On Funafuti, the Tuvaluans experienced a fully-fledged top down approach on the Earth Hour when the government decided to shut down the power plant for 1 hour. On the outer islands, the power plant shuts down every night from midnight to 6 in the morning.
We were, along side lots of our Tuvaluan friends, a little surprised when we heard that the Earth Hour was not a voluntary private power-shut-down as we are used to in Europe. The government of Tuvalu had decided to show the strong support of the Tuvaluans to the WWF-campaign by shutting down the entire capital island.
Power cuts are not that exceptional for most Tuvaluans. If you live on an isolated island that is entirely dependent on oil for its diesel-power-plants – then you have to learn to save. Especially on the outer islands of Tuvalu where the small cargo ship sometimes comes once a month. This ship has to carry all the food, materials and fuel that all the islands on the route need. Consequently it is not possible to get unlimited amounts of fuel for their diesel-plants. For this reason, every night, at midnight, the power plant shuts off until the morning.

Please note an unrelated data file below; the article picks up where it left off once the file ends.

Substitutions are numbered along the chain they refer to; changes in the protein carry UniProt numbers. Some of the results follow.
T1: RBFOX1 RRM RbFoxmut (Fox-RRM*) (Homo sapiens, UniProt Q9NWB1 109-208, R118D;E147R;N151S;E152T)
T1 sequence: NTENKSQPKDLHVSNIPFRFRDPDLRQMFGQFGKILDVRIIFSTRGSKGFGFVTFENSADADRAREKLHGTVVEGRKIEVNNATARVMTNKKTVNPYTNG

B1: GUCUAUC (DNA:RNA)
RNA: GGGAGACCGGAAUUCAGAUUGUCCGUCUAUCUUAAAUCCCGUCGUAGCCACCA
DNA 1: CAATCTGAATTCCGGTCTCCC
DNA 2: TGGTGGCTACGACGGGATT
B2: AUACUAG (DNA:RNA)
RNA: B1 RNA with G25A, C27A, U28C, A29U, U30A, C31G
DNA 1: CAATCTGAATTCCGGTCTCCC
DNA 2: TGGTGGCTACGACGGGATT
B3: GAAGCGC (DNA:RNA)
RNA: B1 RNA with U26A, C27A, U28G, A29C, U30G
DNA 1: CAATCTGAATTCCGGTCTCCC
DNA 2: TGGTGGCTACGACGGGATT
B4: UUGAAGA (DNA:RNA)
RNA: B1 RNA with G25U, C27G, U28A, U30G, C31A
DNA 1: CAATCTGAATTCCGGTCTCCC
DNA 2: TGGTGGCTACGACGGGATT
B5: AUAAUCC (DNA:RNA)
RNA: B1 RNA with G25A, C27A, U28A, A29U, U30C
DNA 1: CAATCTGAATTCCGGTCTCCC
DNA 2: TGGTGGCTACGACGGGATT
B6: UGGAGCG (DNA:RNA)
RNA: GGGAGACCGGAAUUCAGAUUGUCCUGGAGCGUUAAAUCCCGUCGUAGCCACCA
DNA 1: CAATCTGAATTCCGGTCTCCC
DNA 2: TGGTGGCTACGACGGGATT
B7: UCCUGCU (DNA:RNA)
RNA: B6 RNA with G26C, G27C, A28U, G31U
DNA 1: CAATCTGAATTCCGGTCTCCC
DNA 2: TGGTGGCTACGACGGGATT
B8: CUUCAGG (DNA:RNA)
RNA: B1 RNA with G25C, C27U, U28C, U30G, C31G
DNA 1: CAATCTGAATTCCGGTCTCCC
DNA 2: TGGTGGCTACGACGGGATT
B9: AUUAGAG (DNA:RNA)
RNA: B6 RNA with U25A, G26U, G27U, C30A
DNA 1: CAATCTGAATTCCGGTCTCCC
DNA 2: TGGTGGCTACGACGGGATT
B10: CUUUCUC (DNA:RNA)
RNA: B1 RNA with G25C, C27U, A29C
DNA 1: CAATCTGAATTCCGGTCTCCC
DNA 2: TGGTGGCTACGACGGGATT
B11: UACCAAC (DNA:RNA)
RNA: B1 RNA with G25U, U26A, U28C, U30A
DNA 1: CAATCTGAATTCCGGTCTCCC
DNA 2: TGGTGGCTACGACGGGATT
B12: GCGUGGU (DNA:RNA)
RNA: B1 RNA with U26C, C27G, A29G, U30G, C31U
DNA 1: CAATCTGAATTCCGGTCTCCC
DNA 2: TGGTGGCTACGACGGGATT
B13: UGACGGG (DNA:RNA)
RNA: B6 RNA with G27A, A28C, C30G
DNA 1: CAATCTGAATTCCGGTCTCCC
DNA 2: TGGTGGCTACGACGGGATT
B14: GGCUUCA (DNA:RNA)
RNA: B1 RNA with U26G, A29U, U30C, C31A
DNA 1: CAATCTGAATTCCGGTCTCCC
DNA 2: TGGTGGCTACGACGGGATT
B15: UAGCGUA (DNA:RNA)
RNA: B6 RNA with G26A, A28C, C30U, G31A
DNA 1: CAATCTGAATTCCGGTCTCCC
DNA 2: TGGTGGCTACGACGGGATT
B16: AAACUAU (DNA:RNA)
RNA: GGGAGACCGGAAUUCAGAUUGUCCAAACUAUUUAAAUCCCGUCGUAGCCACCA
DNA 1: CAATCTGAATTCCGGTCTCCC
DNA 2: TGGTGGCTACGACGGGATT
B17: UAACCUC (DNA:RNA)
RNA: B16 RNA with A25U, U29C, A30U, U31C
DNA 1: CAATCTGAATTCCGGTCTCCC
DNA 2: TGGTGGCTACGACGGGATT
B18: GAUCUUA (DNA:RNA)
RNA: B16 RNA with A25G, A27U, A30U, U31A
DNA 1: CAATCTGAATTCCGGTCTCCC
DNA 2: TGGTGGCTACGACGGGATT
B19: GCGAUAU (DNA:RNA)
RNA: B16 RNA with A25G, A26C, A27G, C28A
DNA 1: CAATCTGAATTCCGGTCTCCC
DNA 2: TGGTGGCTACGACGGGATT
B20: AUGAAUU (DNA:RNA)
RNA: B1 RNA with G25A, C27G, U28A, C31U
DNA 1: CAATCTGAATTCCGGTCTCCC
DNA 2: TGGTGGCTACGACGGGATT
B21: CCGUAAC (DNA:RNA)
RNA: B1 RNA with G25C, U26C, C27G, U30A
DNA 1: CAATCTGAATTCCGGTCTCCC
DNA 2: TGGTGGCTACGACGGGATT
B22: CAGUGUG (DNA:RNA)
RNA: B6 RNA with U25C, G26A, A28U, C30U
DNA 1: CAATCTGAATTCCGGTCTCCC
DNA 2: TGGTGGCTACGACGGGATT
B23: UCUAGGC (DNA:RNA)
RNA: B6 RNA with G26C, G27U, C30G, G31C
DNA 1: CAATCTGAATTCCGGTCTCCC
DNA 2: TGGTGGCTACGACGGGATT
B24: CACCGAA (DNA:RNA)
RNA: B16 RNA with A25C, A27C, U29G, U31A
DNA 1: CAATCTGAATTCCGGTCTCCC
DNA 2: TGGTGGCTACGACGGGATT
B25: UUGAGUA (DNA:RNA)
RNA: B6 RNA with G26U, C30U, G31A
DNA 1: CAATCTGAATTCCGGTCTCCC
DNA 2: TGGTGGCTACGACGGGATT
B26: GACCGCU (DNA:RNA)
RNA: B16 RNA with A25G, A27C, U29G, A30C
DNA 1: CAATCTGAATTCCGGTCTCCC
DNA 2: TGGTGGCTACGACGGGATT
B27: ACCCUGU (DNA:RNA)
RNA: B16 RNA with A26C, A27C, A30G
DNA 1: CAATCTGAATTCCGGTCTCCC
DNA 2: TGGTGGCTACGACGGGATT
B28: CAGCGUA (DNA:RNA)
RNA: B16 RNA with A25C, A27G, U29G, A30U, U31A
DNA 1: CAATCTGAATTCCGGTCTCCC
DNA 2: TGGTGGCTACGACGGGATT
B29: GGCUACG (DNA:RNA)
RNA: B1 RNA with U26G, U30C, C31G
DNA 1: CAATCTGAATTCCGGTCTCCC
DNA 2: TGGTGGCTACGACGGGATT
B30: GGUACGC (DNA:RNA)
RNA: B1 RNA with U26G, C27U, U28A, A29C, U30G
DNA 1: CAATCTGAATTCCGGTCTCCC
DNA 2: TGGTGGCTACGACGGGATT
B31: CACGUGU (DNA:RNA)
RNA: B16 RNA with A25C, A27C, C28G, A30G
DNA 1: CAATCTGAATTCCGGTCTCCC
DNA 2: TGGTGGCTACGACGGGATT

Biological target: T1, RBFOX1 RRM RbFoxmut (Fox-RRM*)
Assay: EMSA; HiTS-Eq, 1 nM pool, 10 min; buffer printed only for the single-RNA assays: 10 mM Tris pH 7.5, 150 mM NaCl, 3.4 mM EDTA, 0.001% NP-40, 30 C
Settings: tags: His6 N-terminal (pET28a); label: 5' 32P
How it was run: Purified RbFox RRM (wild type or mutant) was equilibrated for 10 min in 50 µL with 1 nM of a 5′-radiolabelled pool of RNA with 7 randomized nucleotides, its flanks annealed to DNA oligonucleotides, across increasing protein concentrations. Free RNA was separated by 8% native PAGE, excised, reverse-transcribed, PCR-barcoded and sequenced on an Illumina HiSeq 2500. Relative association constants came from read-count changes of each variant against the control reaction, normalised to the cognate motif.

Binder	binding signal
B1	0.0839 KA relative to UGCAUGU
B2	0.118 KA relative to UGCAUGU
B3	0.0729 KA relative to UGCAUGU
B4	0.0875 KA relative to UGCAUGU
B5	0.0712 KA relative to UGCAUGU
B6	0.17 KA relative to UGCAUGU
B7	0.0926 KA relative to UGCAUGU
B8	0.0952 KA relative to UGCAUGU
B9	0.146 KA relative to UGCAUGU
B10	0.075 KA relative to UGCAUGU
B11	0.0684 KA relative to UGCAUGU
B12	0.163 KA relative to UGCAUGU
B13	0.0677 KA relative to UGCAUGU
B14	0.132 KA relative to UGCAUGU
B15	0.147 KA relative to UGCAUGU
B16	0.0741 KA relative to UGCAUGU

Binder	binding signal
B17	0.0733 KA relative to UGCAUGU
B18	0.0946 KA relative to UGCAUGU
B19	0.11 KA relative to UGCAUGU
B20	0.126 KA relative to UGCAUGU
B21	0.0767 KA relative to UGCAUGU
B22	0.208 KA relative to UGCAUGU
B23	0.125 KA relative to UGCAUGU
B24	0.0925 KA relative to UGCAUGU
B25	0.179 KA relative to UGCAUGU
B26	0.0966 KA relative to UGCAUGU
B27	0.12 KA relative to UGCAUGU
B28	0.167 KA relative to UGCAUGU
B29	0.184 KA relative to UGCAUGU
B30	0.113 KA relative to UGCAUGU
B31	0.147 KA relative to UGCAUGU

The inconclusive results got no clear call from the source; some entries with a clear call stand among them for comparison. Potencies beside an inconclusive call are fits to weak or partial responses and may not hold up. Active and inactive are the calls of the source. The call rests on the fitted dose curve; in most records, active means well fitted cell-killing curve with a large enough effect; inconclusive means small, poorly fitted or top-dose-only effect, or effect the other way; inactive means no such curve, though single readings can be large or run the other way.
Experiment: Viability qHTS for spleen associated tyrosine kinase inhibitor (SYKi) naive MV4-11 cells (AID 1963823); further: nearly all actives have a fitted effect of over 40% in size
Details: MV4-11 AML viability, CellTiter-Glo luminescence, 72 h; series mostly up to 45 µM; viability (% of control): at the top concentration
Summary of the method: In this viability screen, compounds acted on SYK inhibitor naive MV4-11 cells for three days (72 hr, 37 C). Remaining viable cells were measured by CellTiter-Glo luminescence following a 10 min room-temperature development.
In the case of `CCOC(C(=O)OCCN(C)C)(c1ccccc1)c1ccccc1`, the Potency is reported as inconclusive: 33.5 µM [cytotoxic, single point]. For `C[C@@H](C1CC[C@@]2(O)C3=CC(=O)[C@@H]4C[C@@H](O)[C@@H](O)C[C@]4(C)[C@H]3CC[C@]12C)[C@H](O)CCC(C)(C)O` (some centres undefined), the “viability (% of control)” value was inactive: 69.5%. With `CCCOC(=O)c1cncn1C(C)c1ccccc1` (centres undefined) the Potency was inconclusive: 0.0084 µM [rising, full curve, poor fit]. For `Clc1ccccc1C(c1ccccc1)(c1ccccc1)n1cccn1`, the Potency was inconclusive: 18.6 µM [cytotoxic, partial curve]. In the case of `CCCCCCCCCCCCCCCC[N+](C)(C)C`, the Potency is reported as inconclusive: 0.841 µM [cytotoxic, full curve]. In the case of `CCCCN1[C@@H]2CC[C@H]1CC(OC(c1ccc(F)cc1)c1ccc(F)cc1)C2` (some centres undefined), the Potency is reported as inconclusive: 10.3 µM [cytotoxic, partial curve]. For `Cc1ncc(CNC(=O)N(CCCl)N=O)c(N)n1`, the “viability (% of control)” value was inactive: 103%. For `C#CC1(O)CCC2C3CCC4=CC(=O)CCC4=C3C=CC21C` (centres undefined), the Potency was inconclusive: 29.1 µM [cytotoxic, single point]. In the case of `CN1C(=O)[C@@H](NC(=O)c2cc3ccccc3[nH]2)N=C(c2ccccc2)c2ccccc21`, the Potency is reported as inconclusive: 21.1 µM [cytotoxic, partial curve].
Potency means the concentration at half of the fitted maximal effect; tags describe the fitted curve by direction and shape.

When we asked our friend Aloseta Toematagi, from one of the southern islands Nukulaelae, what oil countries as Norway should do for climate change and for the developing countries, he said that he really wanted Norway to help the inhabitants of Nukulaelae by giving them solar panels to produce power auto sufficiently.
- In that way we could have a much more reliable source of energy.
I was, to be honest, a bit disappointed. The government’s decision deprived me of the chance to see how many Tuvaluans would actually turn off their lights for Earth Hour. But on the other hand I don’t know whether earth hour makes a big difference for Tuvaluans. They already know way to well what it is like to be short of energy and how we can make it better.
Earth Hour started in Australia in 2007 and has from then spread all over the world.
Read more about Earth Hour here: www.earthhour.org